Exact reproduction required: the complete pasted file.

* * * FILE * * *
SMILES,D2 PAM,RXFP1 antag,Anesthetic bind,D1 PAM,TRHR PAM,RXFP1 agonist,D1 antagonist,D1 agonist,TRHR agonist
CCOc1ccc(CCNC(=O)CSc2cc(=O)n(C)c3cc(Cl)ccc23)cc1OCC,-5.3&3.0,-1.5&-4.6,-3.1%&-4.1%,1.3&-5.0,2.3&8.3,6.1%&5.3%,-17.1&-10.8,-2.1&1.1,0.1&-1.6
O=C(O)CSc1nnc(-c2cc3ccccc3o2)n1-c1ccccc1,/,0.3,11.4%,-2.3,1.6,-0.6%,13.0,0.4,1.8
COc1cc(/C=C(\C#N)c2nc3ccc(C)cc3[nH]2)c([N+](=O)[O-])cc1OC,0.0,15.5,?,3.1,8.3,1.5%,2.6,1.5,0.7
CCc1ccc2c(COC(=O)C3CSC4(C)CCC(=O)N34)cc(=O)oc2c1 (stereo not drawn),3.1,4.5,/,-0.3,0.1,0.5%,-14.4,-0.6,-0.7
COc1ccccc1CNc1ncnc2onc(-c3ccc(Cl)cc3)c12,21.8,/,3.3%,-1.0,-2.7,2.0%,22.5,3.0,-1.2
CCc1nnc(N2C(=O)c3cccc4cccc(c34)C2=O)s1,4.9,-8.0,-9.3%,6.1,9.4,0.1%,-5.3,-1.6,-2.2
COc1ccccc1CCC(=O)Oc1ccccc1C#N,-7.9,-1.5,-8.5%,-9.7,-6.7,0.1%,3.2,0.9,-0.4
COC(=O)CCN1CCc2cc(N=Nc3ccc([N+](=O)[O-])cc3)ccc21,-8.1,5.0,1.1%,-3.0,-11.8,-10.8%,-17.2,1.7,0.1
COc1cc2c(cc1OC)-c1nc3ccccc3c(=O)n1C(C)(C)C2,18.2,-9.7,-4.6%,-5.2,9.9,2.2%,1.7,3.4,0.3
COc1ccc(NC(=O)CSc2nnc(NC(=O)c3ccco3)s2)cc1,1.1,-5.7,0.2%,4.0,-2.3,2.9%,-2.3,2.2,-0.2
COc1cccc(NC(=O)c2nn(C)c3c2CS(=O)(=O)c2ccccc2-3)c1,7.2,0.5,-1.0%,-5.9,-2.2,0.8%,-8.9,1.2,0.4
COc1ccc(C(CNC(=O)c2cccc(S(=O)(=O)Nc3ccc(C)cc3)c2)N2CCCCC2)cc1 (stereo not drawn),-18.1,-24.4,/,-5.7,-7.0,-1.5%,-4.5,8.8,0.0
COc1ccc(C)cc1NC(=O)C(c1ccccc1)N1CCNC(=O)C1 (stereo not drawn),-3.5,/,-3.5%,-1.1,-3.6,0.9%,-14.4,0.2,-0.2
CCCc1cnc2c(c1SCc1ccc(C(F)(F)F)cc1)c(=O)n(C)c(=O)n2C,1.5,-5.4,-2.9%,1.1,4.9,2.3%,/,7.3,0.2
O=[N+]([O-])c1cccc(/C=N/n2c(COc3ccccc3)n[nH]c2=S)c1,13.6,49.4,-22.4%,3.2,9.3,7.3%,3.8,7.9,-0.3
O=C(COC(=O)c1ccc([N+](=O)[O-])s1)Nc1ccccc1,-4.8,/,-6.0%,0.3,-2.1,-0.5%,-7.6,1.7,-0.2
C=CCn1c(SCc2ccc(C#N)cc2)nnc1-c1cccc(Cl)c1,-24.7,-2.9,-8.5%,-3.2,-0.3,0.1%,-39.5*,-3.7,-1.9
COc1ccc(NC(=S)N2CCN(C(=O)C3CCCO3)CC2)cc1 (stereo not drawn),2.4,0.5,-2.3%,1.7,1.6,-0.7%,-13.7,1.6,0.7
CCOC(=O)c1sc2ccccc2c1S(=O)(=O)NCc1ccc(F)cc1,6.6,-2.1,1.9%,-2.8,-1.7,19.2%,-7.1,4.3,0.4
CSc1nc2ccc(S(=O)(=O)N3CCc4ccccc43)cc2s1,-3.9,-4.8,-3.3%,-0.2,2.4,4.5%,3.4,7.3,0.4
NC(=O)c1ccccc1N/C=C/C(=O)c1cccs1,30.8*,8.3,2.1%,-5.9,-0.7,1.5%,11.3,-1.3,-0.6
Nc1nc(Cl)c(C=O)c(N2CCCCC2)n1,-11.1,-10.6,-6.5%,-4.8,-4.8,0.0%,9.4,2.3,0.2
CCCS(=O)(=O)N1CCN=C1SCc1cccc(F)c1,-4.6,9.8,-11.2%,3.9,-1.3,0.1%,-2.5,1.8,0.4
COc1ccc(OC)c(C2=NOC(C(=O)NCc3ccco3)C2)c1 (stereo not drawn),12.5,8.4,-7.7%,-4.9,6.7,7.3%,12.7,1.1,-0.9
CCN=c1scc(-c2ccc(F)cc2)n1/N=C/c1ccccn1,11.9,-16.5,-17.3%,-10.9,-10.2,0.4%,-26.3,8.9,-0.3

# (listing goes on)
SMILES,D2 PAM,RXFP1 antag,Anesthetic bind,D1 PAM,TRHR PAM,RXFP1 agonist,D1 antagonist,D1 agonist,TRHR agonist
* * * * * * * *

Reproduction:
SMILES,D2 PAM,RXFP1 antag,Anesthetic bind,D1 PAM,TRHR PAM,RXFP1 agonist,D1 antagonist,D1 agonist,TRHR agonist
CCOc1ccc(CCNC(=O)CSc2cc(=O)n(C)c3cc(Cl)ccc23)cc1OCC,-5.3&3.0,-1.5&-4.6,-3.1%&-4.1%,1.3&-5.0,2.3&8.3,6.1%&5.3%,-17.1&-10.8,-2.1&1.1,0.1&-1.6
O=C(O)CSc1nnc(-c2cc3ccccc3o2)n1-c1ccccc1,/,0.3,11.4%,-2.3,1.6,-0.6%,13.0,0.4,1.8
COc1cc(/C=C(\C#N)c2nc3ccc(C)cc3[nH]2)c([N+](=O)[O-])cc1OC,0.0,15.5,?,3.1,8.3,1.5%,2.6,1.5,0.7
CCc1ccc2c(COC(=O)C3CSC4(C)CCC(=O)N34)cc(=O)oc2c1 (stereo not drawn),3.1,4.5,/,-0.3,0.1,0.5%,-14.4,-0.6,-0.7
COc1ccccc1CNc1ncnc2onc(-c3ccc(Cl)cc3)c12,21.8,/,3.3%,-1.0,-2.7,2.0%,22.5,3.0,-1.2
CCc1nnc(N2C(=O)c3cccc4cccc(c34)C2=O)s1,4.9,-8.0,-9.3%,6.1,9.4,0.1%,-5.3,-1.6,-2.2
COc1ccccc1CCC(=O)Oc1ccccc1C#N,-7.9,-1.5,-8.5%,-9.7,-6.7,0.1%,3.2,0.9,-0.4
COC(=O)CCN1CCc2cc(N=Nc3ccc([N+](=O)[O-])cc3)ccc21,-8.1,5.0,1.1%,-3.0,-11.8,-10.8%,-17.2,1.7,0.1
COc1cc2c(cc1OC)-c1nc3ccccc3c(=O)n1C(C)(C)C2,18.2,-9.7,-4.6%,-5.2,9.9,2.2%,1.7,3.4,0.3
COc1ccc(NC(=O)CSc2nnc(NC(=O)c3ccco3)s2)cc1,1.1,-5.7,0.2%,4.0,-2.3,2.9%,-2.3,2.2,-0.2
COc1cccc(NC(=O)c2nn(C)c3c2CS(=O)(=O)c2ccccc2-3)c1,7.2,0.5,-1.0%,-5.9,-2.2,0.8%,-8.9,1.2,0.4
COc1ccc(C(CNC(=O)c2cccc(S(=O)(=O)Nc3ccc(C)cc3)c2)N2CCCCC2)cc1 (stereo not drawn),-18.1,-24.4,/,-5.7,-7.0,-1.5%,-4.5,8.8,0.0
COc1ccc(C)cc1NC(=O)C(c1ccccc1)N1CCNC(=O)C1 (stereo not drawn),-3.5,/,-3.5%,-1.1,-3.6,0.9%,-14.4,0.2,-0.2
CCCc1cnc2c(c1SCc1ccc(C(F)(F)F)cc1)c(=O)n(C)c(=O)n2C,1.5,-5.4,-2.9%,1.1,4.9,2.3%,/,7.3,0.2
O=[N+]([O-])c1cccc(/C=N/n2c(COc3ccccc3)n[nH]c2=S)c1,13.6,49.4,-22.4%,3.2,9.3,7.3%,3.8,7.9,-0.3
O=C(COC(=O)c1ccc([N+](=O)[O-])s1)Nc1ccccc1,-4.8,/,-6.0%,0.3,-2.1,-0.5%,-7.6,1.7,-0.2
C=CCn1c(SCc2ccc(C#N)cc2)nnc1-c1cccc(Cl)c1,-24.7,-2.9,-8.5%,-3.2,-0.3,0.1%,-39.5*,-3.7,-1.9
COc1ccc(NC(=S)N2CCN(C(=O)C3CCCO3)CC2)cc1 (stereo not drawn),2.4,0.5,-2.3%,1.7,1.6,-0.7%,-13.7,1.6,0.7
CCOC(=O)c1sc2ccccc2c1S(=O)(=O)NCc1ccc(F)cc1,6.6,-2.1,1.9%,-2.8,-1.7,19.2%,-7.1,4.3,0.4
CSc1nc2ccc(S(=O)(=O)N3CCc4ccccc43)cc2s1,-3.9,-4.8,-3.3%,-0.2,2.4,4.5%,3.4,7.3,0.4
NC(=O)c1ccccc1N/C=C/C(=O)c1cccs1,30.8*,8.3,2.1%,-5.9,-0.7,1.5%,11.3,-1.3,-0.6
Nc1nc(Cl)c(C=O)c(N2CCCCC2)n1,-11.1,-10.6,-6.5%,-4.8,-4.8,0.0%,9.4,2.3,0.2
CCCS(=O)(=O)N1CCN=C1SCc1cccc(F)c1,-4.6,9.8,-11.2%,3.9,-1.3,0.1%,-2.5,1.8,0.4
COc1ccc(OC)c(C2=NOC(C(=O)NCc3ccco3)C2)c1 (stereo not drawn),12.5,8.4,-7.7%,-4.9,6.7,7.3%,12.7,1.1,-0.9
CCN=c1scc(-c2ccc(F)cc2)n1/N=C/c1ccccn1,11.9,-16.5,-17.3%,-10.9,-10.2,0.4%,-26.3,8.9,-0.3

# (listing goes on)
SMILES,D2 PAM,RXFP1 antag,Anesthetic bind,D1 PAM,TRHR PAM,RXFP1 agonist,D1 antagonist,D1 agonist,TRHR agonist